In the U.K. alone, we eat more than a staggering 900 million chickens each year.

Shockingly, less than 10 per cent of chickens are reared in what are considered to be ‘higher welfare’ conditions.

The situation is getting worse – the number of higher-welfare chickens in the UK is at its lowest in a decade.

Most chickens have the equivalent amount of space as an A4 piece of paper to live on. “Frankly they have more space when they are dead and in the oven than alive.” (CIWF)

If a newborn baby grew as fast as your average supermarket chicken, by her third birthday she would weigh 28 stone. (RSPCA)






Soil Association

Various brands, most supermarkets

Organic chickens are generally considered to be the highest welfare, especially when certified by the Soil Association. The chickens are slower growing so can walk with ease, have access to the outdoors and are less densely packed into sheds.

Why should I care?
There are less of the bad fats and more of the good fats in organic chicken, and they are not routinely fed antibiotics like hens densely packed into sheds are. Organic chickens are meatier because they have developed good muscles and they have more complex flavours because of their healthier lifestyle and feed. Plus, the animals lead happier lives. And, probably, the farmers too.


RSPCA Assured Free Range

Generally speaking, the potential for the chickens to roam free is good. They also have to be given natural light in the sheds.

However, the ability to roam free range doesn’t mean all the birds do. In reality, how many of them are going to clamber through the thousands of other chickens in the shed and head through the small doors to freedom when their feed is placed in the middle of them all?

RSPCA Assured ensures a higher level of welfare for free-range chickens, requiring more doorways and more light. It insists on perches and objects to peck at such as straw bales and vegetables so the hens can act out their natural behaviours.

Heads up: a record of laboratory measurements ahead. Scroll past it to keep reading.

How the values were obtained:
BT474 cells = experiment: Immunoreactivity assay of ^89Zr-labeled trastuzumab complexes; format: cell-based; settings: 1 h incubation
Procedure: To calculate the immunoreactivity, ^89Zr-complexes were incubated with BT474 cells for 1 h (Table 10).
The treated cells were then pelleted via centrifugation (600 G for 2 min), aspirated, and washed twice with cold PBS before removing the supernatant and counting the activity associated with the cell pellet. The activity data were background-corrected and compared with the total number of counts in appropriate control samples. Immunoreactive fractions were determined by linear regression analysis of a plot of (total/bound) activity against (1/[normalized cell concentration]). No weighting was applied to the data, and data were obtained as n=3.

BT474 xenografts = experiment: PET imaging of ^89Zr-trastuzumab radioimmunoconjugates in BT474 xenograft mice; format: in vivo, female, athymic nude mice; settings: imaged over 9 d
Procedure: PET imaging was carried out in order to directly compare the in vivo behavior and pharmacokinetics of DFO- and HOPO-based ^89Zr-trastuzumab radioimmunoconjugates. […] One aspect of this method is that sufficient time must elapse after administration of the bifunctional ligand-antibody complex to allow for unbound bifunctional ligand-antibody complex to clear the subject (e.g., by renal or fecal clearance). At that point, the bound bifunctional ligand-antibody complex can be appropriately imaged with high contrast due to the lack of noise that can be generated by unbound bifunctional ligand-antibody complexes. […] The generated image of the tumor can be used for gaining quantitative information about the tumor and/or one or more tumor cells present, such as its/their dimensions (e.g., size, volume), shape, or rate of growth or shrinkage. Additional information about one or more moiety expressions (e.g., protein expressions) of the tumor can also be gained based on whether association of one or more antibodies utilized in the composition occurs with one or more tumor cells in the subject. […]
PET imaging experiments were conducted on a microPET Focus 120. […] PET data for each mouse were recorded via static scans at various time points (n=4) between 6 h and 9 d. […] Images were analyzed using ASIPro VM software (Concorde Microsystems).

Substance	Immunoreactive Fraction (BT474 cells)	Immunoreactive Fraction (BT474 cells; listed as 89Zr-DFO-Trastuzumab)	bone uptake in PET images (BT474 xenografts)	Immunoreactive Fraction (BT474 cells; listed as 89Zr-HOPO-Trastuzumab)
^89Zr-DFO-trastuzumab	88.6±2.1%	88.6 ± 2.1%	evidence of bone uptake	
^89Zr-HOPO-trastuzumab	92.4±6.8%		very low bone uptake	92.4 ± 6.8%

The certification also prohibits slaughter by shackling, where birds are hung upside down by their ankles and stunned in a water bath with an electrical current running through it.

Their studies show this is painful and not 100 per cent effective, and using low doses of carbon-dioxide is a more humane way of killing birds for meat.


  • Chickens reared to EU standards
  • Chickens reared to UK standards
  • Red Tractor
  • RSPCA Assured indoor
  • Meaningless terms when it comes to welfare: British, Corn-fed, Fresh, etc

In terms of animal welfare, these brands adhere to the basic EU and UK standards, which are widely deemed unacceptable.

The chickens can be more tightly packed into sheds than we are the Tube, live among each others faeces and grown at a much faster-rate than is normal. Most birds can barely stand by the time they reach six weeks old and are ready for slaughter because their legs simply haven’t had the time to develop the muscles to support their weight.

They could also be routinely pumped with antibiotics – living in such close confinement leads to disease – and plumped with water.

RSPCA Assured Indoor does ensure a higher level of welfare for the birds (as described above) but they’re still living their short lives completely inside.